Wages - EN

Despite unprecedented economic growth over the last decades, wages have stagnated globally and have not kept pace with rising productivity. Millions of workers across the world are not earning enough to live in dignity. Eighty-three per cent of people in thirteen of the G20 G20 The Group of Twenty, or G20, is a forum for international cooperation on the most important aspects of the international economic and financial agenda. It brings together 19 countries and the European Union, which together represent around 90% of global GDP, 80% of global trade and two thirds of the world’s population. countries believe that the minimum wage is not enough to live on, according to the ITUC Global Poll.

The share of labour income in GDP is declining, and profits are not being shared with workers through pay rises. Wage inequality is also increasing, with the highest-wage earners enjoying wage rises multiple times larger than the average.

Unions are campaigning together in Africa, Asia, Europe and Central America to demand fair and decent wages through the following regional campaigns:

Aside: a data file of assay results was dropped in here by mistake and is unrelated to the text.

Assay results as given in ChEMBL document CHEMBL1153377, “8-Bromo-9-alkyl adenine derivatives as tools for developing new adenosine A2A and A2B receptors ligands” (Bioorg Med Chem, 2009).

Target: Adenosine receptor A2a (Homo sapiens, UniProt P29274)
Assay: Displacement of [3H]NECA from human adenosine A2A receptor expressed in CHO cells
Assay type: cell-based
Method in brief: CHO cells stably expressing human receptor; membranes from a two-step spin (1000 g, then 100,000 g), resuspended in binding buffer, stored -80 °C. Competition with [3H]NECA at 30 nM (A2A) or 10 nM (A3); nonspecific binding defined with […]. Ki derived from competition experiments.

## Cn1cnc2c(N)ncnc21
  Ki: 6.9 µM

Unions are calling on their governments to set minimum living wages, based on evidence of the cost of living and with the full involvement of social partners. Obstacles to freedom of association must also be effectively addressed. Collective bargaining on wages should be promoted, and agreements should have wide coverage and be enforced by law.

Adequate, comprehensive social protection systems – in line with ILO Convention 102 and Recommendation 202 – must also be put in place in order to guarantee income security for workers and their families as part of a comprehensive strategy of reducing inequality and promoting adequate living standards for all.